All insurers capture and record the story of their claims in different way, using different names, but the data collected is basically the same. The differentiator for what Liberty has aimed to create is the granularity and consistency that has been embedded for its Risk Avoidance insights.

At the end of the day, all insurers handle fire claims, but many do not lock down the root cause of the fire to benefit the company and insureds.

Industry Collaboration

Of course, insurers have opportunities to learn from cumulative claims experiences collected by the Lloyd’s market and other industry bodies such as the Lloyd’s Market Association (LMA).

One good example is the work being done by Lloyd’s in its modernization project, Blueprint 2, which, once delivered, will benefit the industry by providing consistent, automated and expediated claims data.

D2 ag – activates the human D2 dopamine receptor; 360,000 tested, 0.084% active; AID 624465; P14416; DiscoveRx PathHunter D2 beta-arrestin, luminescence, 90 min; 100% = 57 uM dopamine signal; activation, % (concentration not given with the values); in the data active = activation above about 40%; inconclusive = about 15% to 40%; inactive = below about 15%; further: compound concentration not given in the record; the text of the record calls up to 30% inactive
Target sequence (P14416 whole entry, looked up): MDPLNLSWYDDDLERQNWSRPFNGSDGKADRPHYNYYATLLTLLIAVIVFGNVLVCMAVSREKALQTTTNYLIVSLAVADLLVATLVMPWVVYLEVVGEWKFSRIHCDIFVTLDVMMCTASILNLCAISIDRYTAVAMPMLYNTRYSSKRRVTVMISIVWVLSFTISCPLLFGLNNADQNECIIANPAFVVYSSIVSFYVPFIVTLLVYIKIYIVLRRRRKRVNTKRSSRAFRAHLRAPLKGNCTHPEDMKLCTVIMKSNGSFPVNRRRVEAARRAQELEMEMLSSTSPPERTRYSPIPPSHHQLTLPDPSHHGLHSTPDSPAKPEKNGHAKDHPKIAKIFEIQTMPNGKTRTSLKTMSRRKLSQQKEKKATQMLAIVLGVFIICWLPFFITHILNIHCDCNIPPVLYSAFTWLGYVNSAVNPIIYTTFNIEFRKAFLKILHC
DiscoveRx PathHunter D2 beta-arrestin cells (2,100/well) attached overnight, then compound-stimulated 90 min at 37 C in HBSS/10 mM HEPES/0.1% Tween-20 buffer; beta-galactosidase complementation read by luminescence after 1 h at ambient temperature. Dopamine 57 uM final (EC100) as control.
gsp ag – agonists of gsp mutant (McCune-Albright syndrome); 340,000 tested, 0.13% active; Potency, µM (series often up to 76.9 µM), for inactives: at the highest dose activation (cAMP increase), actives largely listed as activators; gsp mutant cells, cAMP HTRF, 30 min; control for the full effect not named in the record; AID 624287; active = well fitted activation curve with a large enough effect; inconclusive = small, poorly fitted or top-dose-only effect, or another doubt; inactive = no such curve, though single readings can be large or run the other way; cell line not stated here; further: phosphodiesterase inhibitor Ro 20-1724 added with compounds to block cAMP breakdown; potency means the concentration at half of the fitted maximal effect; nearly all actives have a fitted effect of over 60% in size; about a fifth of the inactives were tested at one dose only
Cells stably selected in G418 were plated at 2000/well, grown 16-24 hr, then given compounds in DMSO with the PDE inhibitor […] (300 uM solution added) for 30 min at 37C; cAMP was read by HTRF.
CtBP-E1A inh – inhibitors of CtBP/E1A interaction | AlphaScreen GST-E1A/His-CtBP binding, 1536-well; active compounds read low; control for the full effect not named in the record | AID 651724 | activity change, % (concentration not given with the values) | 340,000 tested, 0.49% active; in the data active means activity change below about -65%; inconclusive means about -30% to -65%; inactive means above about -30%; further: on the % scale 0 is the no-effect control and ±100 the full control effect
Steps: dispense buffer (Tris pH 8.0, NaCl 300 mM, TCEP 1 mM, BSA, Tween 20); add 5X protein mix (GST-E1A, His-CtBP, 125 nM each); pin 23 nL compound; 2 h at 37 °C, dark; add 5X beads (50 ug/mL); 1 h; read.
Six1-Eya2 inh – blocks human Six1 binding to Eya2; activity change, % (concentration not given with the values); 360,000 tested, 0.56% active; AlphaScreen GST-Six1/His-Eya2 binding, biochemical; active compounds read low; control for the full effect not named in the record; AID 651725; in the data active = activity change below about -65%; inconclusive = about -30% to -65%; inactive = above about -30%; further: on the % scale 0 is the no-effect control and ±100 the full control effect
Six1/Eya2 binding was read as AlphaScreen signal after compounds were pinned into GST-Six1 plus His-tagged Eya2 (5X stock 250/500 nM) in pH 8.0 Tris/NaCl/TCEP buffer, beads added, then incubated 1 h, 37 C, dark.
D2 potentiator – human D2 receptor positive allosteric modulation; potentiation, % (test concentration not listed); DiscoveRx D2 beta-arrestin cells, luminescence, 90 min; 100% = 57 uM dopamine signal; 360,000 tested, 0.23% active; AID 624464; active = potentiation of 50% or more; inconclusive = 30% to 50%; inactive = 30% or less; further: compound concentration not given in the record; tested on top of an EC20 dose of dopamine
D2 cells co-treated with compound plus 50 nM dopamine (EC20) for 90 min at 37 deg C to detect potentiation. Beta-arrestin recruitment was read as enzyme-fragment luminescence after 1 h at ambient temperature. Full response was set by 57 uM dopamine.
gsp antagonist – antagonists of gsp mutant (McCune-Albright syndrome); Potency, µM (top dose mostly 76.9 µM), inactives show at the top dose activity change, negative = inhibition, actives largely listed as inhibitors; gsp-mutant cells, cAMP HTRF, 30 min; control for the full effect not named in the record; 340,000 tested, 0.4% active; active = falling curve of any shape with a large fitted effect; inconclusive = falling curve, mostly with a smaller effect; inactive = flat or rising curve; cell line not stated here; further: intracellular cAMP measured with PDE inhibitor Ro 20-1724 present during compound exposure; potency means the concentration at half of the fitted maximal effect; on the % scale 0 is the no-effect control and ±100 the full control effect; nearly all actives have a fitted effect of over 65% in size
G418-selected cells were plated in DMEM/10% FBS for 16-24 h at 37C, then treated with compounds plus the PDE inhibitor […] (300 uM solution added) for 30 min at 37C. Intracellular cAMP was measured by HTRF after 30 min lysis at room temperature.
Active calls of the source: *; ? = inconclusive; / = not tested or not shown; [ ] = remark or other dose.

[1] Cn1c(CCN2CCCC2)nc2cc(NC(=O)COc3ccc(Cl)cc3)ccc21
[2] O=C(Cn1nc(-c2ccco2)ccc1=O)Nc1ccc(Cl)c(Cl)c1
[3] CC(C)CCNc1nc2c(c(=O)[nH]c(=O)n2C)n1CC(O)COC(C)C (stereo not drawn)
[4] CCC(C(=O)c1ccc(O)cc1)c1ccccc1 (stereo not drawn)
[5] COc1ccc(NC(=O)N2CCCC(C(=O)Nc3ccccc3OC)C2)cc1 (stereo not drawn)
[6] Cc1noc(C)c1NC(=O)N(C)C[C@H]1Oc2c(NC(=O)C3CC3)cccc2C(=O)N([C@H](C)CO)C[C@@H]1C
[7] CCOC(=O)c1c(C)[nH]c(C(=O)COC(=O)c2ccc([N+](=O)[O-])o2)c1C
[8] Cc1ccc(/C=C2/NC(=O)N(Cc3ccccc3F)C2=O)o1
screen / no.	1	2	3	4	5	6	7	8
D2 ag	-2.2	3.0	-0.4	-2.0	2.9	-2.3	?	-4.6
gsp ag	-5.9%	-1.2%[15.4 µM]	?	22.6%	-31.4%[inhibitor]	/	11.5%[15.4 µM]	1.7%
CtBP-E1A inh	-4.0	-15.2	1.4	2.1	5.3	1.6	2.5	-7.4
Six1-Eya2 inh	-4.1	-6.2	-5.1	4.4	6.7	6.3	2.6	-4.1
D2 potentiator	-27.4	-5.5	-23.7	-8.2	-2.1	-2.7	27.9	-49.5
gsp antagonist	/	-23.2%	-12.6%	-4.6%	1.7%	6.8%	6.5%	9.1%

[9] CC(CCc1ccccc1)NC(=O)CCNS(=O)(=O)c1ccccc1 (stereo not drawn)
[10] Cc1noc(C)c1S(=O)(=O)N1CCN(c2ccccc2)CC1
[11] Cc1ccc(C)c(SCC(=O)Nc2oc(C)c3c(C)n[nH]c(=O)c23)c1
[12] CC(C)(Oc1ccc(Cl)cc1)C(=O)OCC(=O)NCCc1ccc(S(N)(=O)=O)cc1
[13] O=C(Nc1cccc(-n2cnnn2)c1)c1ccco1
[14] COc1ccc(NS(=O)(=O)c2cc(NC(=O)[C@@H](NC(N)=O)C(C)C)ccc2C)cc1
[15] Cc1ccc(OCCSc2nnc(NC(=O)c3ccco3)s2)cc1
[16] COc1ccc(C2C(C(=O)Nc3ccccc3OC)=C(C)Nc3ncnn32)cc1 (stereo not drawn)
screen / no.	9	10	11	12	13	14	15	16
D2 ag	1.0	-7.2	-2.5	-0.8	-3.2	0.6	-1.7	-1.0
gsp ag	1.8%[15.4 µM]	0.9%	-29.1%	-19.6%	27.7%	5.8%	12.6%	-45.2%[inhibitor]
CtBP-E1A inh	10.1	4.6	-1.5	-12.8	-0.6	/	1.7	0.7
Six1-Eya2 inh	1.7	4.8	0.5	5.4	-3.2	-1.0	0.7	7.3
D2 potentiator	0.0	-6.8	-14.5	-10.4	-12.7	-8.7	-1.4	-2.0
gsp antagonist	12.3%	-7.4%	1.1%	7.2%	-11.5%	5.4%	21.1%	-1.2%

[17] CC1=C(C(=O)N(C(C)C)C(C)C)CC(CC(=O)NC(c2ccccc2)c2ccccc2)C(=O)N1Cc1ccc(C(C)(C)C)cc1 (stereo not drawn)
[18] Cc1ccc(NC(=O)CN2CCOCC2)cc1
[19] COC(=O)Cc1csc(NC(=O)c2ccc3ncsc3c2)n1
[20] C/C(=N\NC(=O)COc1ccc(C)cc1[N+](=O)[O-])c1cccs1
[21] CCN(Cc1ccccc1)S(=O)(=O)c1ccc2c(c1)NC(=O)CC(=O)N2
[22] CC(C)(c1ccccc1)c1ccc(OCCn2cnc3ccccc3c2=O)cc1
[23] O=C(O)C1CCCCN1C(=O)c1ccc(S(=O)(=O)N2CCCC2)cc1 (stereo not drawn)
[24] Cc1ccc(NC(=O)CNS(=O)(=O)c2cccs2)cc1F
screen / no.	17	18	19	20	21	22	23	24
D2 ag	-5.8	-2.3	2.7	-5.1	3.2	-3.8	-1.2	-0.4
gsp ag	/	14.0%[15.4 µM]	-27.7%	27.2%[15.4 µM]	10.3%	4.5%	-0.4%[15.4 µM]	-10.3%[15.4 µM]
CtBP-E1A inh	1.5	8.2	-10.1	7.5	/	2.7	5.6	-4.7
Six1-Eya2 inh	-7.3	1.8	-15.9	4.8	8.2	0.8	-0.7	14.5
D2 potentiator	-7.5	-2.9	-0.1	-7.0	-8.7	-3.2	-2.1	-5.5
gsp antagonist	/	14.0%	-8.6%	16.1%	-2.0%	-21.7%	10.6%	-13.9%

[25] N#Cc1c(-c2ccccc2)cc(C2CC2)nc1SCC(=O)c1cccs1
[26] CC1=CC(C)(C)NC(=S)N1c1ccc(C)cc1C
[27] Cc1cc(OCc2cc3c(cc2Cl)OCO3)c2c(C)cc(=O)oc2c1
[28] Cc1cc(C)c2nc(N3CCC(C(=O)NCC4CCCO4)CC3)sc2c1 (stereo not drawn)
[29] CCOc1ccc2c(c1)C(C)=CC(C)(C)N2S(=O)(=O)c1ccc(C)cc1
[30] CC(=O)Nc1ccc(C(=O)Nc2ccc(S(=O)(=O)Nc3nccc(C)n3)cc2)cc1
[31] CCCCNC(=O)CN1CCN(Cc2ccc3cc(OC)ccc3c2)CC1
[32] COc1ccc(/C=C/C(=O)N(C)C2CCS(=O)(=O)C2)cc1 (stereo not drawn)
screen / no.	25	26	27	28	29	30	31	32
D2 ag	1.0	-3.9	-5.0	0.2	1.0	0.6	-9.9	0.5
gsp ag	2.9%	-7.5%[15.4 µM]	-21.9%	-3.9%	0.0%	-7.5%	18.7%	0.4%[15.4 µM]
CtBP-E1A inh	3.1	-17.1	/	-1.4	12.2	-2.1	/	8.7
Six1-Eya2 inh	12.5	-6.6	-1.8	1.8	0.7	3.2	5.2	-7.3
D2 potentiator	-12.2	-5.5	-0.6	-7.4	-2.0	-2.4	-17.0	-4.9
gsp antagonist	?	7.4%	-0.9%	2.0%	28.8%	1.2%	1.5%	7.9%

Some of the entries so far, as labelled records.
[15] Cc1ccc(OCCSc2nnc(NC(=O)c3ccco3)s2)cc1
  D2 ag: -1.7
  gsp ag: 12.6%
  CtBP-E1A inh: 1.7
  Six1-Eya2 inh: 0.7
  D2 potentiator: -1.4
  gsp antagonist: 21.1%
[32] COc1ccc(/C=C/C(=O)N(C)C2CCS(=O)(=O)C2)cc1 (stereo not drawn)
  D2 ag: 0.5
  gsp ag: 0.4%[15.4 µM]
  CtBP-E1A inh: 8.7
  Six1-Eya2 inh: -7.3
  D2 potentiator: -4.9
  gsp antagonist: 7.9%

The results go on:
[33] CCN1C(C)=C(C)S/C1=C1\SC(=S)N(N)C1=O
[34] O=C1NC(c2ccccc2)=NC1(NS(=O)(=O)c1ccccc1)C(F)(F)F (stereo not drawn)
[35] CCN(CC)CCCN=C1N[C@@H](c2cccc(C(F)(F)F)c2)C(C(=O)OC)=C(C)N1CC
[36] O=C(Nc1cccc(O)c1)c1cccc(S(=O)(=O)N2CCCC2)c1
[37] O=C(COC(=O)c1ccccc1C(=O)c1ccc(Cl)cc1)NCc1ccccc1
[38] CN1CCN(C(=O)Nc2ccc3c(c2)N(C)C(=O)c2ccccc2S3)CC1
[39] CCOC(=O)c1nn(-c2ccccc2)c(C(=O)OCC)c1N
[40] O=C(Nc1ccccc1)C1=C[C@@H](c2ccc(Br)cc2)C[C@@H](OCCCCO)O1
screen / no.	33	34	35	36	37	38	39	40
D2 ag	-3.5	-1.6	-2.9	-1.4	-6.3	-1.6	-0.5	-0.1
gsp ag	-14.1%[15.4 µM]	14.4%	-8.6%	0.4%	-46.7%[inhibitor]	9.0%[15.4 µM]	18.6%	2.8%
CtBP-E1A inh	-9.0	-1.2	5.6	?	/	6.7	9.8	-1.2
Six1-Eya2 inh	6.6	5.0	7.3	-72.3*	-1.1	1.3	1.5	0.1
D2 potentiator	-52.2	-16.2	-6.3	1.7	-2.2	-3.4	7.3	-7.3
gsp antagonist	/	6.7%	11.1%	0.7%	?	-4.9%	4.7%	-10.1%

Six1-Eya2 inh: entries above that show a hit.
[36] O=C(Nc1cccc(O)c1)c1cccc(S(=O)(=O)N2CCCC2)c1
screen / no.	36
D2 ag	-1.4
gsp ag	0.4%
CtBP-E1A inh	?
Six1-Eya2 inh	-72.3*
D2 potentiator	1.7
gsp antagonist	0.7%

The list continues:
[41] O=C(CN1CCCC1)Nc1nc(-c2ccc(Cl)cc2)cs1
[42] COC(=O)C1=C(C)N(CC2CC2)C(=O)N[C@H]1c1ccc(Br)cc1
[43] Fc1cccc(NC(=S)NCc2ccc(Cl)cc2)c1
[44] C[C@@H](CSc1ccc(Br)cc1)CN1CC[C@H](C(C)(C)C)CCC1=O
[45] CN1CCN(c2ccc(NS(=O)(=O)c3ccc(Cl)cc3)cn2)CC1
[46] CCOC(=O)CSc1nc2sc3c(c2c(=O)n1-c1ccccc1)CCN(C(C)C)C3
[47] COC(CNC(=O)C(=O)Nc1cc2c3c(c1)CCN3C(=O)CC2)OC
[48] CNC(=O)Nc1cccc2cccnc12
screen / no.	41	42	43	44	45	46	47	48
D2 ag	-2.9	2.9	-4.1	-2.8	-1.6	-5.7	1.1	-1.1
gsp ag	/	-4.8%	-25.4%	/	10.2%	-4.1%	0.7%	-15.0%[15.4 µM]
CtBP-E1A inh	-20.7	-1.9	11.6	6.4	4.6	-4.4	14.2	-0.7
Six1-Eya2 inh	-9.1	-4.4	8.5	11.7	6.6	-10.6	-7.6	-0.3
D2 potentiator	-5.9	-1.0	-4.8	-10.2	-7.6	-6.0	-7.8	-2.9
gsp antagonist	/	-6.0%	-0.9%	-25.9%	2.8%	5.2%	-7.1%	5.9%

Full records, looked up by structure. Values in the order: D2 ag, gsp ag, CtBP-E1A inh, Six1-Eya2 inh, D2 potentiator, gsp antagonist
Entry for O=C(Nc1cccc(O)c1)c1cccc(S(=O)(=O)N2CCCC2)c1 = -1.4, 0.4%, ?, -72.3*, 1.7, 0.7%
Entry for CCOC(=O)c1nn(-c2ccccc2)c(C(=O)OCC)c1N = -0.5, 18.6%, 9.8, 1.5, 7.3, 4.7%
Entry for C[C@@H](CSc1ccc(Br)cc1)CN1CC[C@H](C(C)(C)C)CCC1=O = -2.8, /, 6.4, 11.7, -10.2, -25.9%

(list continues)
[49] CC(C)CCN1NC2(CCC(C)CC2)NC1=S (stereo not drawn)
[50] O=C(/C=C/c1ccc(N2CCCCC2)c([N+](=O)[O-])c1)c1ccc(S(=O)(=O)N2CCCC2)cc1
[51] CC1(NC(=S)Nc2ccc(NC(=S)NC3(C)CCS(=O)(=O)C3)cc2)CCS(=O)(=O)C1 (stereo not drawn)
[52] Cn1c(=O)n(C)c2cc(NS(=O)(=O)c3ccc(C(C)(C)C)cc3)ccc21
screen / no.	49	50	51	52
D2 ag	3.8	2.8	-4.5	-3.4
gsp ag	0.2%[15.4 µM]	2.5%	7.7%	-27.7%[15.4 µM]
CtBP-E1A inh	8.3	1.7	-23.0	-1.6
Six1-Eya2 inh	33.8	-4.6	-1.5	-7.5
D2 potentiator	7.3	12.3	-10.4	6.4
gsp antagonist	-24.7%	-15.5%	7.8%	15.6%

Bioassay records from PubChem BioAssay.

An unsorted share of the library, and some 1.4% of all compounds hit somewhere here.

Smaller buckets of collaboration are also available. The industry must also expand opportunities available to bring data quality and consistency to shared risks and claims histories for the benefit of insureds – in a similar vein to the LMA Cause Codes or Lloyd’s catastrophe codes.

Faster, more efficient, and transparent claims handling will be created when individual companies embrace the advanced technologies that are now available, while industry associations must continue to help analyze claims trends with their high-level viewpoints.

The future claims handler is no longer confined to traditional practices but now can be at the forefront of integrating AI, digital tools, and advanced analytics.

Topics Claims InsurTech Excess Surplus Tech Risk Management